ESG stands for Environmental, Social and Governance. For a business, ESG is about how they contribute to a sustainable planet.
ESG stands for Environmental, Social and Governance. For a business, ESG is about how they contribute to a sustainable planet. Forms of ESG in larger businesses has been around for a while, but with a revival in climate awareness and social responsibility, many businesses are now looking to adopt ESG policies and frameworks. In some circumstances this is essential if you want to secure bank funding or investment, amongst other things.
To achieve ESG compliance a business needs to establish standards for their operations. This compliance can be judged to a specific set of matrices and is used by many investors and third parties when determining the value and future of a business. It is worth noting that 83% of consumers are now saying businesses should actively shape ESG best practices, with many refusing to work/buy from a non-compliant business. With this in mind, compliance it is a goal worth aiming for.
- Climate change;
- carbon emissions;
- energy efficiency etc.
- Data protection;
- gender and diversity;
- labour standards etc.
- Whislteblower schemes;
- bribery and corruption; executive compensation etc.
ESG factors are now difficult to turn a blind eye to with many governments taking an encouraging approach. However, it is a convoluted area of legislation and difficult to understand exactly what the obligations of a business are. The main obligations put on businesses in view of their environmental and social impact include some of the following pieces of legislation:
- Climate Change Act 2008;
- UK Stewardship Code 2020;
- Disclosure Guidance and Transparency Rules;
- Modern Slavery Act 2015
- Companies Act 2006; and
- UK Corporate Governance Code 2018;
The key reporting obligations contained within the above are:
- Modern Slavery - companies with a turnover of more than £36 million must report on their steps taken to prevent modern slavery;
- Gender pay gap - employers with more than 250 employees must report on their gender pay gap;
- Energy use - listed companies must report on their global energy use; and
- Greenhouse gas - listed companies must report on their greenhouse emissions.
Where the above legislation surrounding ESG starts to get complicated is that the majority of reporting contained under ESG regulations does not apply to all businesses, and is not mandatory for all. However, although the regulations do not apply to all but the biggest businesses for now, we are seeing (as per the pledges from COP26) more and more government involvement in this area. It is expected that very soon we will see these regulations extended to all businesses. As an example, we have recently seen the Chancellor announced that some businesses are obliged to publicly disclose climate-related financial information, to ensure businesses are considering their own impact on the planet. These rules come into force from April 2022 and is currently aimed at the 1,300 largest registered companies.
We are aware that lender and investors have long focused on ESG compliance when valuing, lending and deciding to invest in a business, no matter the size. Coupled with this, the governments clear direction and consumers new interest in working with environmentally and socially responsible businesses, it is important that businesses of all size to consider and adequately address their ESG compliance.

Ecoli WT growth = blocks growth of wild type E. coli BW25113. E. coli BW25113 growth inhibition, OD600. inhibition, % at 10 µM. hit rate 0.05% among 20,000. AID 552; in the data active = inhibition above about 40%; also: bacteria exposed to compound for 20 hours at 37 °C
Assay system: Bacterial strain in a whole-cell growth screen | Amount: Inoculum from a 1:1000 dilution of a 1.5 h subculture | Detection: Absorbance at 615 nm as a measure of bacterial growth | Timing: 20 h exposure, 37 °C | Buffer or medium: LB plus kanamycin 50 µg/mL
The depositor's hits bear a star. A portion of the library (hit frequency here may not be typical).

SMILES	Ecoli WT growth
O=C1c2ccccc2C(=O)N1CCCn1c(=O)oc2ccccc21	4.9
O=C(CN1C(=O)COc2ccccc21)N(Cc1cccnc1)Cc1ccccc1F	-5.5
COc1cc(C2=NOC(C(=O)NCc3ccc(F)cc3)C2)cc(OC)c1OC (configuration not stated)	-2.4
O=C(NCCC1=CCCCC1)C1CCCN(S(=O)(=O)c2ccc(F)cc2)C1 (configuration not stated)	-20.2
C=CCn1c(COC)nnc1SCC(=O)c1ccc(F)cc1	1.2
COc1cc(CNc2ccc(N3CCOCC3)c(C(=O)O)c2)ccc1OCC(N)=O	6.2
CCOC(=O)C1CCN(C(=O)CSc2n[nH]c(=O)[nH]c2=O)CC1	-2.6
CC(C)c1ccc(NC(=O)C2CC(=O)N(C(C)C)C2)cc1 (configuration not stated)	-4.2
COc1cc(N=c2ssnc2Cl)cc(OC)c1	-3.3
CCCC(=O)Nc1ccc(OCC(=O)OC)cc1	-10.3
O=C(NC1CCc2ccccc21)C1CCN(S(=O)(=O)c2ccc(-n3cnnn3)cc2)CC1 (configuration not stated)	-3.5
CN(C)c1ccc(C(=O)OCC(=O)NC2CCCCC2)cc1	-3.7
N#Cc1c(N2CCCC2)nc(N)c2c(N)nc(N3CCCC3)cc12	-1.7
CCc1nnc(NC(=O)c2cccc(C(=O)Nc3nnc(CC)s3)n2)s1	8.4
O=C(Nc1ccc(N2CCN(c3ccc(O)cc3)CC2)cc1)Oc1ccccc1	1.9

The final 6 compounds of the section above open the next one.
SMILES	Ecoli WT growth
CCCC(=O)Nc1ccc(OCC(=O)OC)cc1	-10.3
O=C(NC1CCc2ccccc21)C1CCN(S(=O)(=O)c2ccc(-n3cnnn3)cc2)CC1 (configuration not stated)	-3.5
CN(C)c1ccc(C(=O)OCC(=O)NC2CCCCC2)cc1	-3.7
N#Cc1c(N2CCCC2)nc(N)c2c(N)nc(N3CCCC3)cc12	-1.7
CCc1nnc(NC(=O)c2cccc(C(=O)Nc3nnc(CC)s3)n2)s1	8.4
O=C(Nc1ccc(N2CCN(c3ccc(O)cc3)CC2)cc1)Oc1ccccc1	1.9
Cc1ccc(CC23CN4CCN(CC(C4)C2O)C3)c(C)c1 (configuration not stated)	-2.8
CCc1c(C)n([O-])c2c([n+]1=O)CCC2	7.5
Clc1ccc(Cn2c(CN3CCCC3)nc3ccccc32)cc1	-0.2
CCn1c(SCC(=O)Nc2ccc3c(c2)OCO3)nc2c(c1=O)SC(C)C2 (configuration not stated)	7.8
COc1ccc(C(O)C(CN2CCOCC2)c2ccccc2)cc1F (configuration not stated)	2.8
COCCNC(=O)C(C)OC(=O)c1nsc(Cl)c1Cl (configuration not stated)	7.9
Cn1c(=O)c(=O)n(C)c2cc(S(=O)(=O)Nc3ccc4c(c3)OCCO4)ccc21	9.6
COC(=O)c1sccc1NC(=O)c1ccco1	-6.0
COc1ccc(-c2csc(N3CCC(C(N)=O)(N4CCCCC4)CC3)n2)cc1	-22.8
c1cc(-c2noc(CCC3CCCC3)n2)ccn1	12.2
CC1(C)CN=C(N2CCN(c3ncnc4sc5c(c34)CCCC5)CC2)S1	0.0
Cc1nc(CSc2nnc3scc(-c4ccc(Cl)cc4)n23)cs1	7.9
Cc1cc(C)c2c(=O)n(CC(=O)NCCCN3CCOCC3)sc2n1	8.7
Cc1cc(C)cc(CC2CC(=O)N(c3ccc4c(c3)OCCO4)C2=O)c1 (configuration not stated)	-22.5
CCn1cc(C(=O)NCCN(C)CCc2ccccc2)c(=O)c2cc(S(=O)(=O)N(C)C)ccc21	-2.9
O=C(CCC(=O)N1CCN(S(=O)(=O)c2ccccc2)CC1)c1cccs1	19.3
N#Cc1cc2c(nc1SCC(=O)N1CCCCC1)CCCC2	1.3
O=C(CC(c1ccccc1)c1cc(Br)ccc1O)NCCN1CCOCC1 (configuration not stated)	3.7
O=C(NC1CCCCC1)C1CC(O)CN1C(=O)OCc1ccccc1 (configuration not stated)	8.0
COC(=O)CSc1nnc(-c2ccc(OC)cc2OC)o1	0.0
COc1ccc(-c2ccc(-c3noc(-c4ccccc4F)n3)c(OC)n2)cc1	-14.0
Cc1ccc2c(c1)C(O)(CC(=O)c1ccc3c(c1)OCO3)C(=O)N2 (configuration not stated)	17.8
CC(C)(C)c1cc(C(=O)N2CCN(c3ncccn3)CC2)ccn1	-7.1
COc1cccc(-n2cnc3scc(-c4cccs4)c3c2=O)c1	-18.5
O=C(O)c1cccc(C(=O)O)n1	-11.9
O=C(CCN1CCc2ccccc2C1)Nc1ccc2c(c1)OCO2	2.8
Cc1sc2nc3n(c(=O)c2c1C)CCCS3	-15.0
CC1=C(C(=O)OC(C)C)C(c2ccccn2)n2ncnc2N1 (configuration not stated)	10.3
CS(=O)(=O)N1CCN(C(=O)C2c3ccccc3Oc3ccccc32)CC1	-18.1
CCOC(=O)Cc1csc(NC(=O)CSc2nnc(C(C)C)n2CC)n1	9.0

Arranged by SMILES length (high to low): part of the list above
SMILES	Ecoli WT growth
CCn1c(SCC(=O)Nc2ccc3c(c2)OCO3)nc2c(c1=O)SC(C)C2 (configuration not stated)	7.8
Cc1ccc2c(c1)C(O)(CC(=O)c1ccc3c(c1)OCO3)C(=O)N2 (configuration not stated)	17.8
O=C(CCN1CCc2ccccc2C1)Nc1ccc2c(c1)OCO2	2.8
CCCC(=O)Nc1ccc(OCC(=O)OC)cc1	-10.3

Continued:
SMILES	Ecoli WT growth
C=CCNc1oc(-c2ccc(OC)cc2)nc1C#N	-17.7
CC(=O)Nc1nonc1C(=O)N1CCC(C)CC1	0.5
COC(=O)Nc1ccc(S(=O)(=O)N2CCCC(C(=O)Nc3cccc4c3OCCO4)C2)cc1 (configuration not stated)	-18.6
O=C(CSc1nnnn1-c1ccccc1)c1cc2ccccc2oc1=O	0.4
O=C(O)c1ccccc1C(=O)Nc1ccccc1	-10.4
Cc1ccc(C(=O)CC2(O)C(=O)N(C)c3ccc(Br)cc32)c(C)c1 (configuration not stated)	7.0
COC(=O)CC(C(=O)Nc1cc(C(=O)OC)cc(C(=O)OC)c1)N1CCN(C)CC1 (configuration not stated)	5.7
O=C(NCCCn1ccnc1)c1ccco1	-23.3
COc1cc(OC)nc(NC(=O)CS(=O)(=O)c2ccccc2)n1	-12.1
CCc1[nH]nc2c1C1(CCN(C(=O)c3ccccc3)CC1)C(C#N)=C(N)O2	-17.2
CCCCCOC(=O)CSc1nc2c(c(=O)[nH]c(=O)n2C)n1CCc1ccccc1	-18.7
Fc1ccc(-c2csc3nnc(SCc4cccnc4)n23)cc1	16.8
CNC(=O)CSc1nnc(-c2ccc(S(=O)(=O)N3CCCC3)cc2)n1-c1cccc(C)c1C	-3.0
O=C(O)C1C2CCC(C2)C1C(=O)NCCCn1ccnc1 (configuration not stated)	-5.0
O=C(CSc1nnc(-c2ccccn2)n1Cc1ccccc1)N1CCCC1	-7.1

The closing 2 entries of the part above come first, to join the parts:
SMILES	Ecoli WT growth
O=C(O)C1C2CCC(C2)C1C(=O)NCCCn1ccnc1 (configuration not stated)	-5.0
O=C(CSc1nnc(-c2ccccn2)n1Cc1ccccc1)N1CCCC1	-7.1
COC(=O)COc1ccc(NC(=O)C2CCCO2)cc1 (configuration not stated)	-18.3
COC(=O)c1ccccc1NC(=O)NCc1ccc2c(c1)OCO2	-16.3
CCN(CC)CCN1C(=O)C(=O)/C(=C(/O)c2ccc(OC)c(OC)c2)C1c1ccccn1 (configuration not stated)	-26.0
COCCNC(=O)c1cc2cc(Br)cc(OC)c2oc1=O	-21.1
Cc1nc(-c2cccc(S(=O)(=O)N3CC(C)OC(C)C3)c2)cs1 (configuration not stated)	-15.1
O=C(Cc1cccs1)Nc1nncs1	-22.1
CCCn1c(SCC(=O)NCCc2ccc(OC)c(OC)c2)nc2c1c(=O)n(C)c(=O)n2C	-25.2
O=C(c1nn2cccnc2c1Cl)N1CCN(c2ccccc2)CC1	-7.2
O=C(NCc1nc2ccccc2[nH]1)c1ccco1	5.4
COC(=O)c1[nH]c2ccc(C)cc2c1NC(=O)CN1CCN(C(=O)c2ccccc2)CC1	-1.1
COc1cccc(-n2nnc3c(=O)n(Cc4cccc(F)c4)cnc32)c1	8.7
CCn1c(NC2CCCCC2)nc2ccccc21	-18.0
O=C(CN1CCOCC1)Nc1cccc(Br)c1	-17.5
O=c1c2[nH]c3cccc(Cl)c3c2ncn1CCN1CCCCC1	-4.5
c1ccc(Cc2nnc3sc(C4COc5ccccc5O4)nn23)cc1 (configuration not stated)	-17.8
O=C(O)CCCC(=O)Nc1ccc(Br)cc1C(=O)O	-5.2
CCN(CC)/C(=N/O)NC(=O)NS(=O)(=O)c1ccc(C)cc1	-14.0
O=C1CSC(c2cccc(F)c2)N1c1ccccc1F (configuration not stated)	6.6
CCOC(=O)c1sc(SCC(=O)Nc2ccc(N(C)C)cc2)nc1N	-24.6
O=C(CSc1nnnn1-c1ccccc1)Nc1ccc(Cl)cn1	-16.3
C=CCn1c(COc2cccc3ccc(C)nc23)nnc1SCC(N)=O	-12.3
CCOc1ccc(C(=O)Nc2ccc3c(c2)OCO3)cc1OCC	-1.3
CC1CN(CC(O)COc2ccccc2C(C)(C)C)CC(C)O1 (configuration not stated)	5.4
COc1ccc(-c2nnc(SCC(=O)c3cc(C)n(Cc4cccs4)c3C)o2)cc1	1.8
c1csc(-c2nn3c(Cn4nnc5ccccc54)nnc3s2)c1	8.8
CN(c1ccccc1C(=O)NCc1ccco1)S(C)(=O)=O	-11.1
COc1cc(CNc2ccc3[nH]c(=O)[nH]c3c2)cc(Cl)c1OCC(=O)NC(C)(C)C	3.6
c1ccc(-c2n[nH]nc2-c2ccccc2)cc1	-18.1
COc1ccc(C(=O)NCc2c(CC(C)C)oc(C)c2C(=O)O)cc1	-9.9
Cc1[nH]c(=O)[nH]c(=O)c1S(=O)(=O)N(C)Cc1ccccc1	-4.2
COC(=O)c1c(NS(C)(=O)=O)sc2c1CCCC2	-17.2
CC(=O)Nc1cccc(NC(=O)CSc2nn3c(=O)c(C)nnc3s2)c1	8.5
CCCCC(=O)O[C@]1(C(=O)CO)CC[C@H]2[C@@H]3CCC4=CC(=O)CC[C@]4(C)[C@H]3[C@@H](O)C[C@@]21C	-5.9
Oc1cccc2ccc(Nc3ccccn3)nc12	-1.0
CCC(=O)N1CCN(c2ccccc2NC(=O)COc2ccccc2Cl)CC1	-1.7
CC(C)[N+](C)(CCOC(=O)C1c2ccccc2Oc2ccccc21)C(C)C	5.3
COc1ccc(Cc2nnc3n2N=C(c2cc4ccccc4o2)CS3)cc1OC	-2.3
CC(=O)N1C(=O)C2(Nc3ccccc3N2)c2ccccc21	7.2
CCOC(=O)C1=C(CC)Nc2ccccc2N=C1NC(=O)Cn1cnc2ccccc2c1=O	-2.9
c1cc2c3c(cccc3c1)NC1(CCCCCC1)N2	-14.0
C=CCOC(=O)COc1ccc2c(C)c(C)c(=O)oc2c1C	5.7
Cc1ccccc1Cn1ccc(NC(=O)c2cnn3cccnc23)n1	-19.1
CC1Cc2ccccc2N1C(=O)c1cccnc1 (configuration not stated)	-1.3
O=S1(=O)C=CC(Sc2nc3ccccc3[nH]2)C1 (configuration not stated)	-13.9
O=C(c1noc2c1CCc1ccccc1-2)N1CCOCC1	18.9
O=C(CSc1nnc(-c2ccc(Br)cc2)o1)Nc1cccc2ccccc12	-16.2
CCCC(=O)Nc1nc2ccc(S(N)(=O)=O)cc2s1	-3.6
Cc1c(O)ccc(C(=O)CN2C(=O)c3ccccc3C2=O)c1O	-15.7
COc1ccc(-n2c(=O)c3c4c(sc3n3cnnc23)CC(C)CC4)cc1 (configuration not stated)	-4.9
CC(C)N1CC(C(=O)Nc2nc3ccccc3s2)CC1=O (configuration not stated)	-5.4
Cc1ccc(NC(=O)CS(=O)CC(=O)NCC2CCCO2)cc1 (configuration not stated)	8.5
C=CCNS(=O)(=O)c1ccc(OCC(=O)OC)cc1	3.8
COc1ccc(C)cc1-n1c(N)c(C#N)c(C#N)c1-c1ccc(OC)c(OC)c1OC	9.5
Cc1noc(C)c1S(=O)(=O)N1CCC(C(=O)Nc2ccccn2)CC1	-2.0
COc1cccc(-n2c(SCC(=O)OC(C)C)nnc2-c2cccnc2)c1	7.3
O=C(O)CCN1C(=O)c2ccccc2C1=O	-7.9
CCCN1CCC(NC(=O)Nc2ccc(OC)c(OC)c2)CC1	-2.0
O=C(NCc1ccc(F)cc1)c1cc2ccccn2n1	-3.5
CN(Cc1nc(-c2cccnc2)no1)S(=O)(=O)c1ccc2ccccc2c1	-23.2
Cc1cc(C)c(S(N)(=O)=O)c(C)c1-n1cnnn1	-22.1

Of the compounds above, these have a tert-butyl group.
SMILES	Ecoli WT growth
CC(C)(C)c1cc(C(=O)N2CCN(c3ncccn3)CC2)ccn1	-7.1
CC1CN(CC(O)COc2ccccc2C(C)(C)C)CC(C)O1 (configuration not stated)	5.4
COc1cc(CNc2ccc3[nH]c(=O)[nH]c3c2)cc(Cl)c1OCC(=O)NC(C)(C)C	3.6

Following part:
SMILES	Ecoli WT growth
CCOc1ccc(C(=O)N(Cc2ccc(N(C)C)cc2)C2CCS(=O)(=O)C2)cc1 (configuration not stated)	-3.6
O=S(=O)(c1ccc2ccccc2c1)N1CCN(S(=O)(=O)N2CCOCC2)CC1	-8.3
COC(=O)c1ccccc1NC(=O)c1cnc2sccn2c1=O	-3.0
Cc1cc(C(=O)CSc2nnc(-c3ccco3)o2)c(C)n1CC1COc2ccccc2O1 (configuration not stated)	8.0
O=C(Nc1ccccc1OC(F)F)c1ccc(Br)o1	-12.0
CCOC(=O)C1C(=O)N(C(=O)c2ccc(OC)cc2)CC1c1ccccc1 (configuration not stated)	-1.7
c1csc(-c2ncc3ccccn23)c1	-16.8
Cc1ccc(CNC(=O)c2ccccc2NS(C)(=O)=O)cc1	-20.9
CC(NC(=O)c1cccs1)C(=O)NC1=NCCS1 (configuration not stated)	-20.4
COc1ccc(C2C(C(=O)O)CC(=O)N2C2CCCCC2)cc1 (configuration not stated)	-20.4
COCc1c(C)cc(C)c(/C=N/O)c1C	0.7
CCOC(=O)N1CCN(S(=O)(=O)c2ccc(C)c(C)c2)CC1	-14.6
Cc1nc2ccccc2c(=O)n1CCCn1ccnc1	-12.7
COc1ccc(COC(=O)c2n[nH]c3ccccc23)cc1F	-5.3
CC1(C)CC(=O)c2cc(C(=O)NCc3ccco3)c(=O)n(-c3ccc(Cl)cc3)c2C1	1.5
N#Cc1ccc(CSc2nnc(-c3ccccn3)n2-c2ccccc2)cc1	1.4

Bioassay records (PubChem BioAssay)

It would be a good idea for businesses to bear some of the following in mind when trying to achieve ESG compliance:
- Conduct an assessment to highlight/prioritise appropriate ESG areas in the business. Using this, businesses should clearly identify any relevant reporting requirements;
- Make sure that ESG is discussed at board level and ensure the board are kept up-to-date with requirements and information on ESG issues so that changes can be made;
- Identify any ESG issues that would matter most to a business’ stakeholders and ensure these areas are prioritised;
- Address technology, regulatory and monitoring of specific ESG requirements (such as adopting the World Economic Forum’s ESG metrics);
- Trying to address a lack of ESG policy or direction with existing relationships should be a priority to ensure a business has recourse should their supplier or other business partner fall short of their expectations on ESG. It is worth noting that many businesses are keen to show their own ESG compliance, so will be open to the idea;
- Build on corporate reputation by clearly showing ESG compliance. This can be done in many ways, but having a clearly displayed outward facing ESG policy is recommended. As is properly negotiating contracts with suppliers and other partners, looking at their own ESG compliance and ensuring that, by dealing with them, a business’s reputation would not be tarnished; and
- Satisfy individual investor requirements where possible. There are many investors who already demand specific disclosure on ESG issues before releasing funds. .
In order to do this, it is important to take a holistic view at your business and not ignore any aspect. You must expect that, in the beginning, change may be difficult, but a business must keep in mind the clear direction we are travelling in, the benefits in terms of employee’s and other stakeholder’s happiness, corporate image and ability to secure funding.
Here at ACLF, we are extremely proud of own journey to ESG compliance, if you need any help with your obligations or if you need assistance implementing some of the above suggestions, please reach out to our experienced team for a chat.
Review your suppliers position; your distributors; what do your consumers/ clients want; what is and isn’t mandatory and practically what can you achieve. The framework and policies governing these can then be created with many benefits afforded to the business for the future.